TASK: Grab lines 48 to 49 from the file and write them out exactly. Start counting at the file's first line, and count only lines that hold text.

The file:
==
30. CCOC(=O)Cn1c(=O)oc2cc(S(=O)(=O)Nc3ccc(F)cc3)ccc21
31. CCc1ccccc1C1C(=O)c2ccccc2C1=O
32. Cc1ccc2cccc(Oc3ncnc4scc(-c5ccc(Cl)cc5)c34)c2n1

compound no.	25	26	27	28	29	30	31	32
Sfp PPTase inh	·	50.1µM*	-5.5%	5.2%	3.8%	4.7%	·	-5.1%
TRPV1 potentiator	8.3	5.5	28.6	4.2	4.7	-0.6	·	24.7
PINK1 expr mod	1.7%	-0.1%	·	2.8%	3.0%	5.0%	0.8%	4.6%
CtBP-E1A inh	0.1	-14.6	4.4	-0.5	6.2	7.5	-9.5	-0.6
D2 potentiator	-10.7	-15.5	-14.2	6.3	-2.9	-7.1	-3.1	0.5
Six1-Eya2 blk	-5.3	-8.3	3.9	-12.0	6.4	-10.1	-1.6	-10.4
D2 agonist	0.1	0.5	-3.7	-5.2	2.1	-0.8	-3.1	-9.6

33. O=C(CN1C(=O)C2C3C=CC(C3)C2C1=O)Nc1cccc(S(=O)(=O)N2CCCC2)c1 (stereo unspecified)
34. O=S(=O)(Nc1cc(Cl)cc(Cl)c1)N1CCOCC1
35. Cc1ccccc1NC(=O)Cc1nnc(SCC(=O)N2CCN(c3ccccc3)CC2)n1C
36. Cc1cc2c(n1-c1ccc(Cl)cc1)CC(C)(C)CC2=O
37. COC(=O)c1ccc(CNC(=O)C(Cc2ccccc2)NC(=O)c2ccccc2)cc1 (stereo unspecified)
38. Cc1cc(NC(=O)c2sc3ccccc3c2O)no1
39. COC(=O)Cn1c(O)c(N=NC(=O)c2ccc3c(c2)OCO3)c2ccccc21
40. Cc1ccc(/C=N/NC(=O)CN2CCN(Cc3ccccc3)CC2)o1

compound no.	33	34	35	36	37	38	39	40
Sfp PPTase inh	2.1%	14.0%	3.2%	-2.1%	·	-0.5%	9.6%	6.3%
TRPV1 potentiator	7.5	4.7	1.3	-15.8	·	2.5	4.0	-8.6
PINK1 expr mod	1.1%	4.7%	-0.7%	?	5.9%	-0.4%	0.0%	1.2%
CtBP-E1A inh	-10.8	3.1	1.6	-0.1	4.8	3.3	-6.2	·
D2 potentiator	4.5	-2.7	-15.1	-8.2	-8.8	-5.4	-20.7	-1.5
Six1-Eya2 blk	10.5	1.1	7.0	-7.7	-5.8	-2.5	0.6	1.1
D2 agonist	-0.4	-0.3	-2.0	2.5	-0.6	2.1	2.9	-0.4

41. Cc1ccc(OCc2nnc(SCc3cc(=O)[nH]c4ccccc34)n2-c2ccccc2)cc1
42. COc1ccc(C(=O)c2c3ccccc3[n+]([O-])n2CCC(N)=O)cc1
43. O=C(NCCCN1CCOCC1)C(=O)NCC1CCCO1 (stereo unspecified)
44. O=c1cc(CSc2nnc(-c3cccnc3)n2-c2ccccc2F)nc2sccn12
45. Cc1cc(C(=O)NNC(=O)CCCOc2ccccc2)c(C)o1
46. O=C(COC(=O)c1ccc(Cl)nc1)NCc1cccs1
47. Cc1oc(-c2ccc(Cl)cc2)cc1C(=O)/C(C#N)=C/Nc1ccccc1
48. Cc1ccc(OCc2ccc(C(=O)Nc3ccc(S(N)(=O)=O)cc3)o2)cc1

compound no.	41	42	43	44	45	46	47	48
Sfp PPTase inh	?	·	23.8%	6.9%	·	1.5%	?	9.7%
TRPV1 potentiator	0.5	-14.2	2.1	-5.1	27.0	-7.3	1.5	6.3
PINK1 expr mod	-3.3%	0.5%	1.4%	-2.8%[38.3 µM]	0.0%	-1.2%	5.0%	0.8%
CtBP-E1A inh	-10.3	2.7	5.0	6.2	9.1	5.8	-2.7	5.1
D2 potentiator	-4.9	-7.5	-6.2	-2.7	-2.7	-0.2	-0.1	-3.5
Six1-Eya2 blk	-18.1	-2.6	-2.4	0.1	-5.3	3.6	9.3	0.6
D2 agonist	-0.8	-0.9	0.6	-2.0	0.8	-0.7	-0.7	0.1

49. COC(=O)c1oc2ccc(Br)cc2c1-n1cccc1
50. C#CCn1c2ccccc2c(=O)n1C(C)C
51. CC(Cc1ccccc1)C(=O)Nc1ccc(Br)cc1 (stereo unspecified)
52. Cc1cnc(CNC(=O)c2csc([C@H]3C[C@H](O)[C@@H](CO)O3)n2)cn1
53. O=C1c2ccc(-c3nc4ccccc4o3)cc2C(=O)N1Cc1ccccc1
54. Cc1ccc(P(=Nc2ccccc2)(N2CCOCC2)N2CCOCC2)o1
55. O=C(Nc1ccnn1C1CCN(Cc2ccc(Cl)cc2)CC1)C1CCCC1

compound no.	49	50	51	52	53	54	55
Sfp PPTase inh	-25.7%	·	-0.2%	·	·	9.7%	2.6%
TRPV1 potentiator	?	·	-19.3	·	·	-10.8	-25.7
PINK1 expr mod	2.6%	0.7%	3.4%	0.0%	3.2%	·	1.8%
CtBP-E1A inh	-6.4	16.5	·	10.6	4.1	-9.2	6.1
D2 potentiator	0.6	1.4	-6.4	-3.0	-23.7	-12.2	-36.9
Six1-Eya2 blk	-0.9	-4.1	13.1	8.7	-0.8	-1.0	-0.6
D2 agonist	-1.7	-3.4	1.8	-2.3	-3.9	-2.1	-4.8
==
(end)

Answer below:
53. O=C1c2ccc(-c3nc4ccccc4o3)cc2C(=O)N1Cc1ccccc1
54. Cc1ccc(P(=Nc2ccccc2)(N2CCOCC2)N2CCOCC2)o1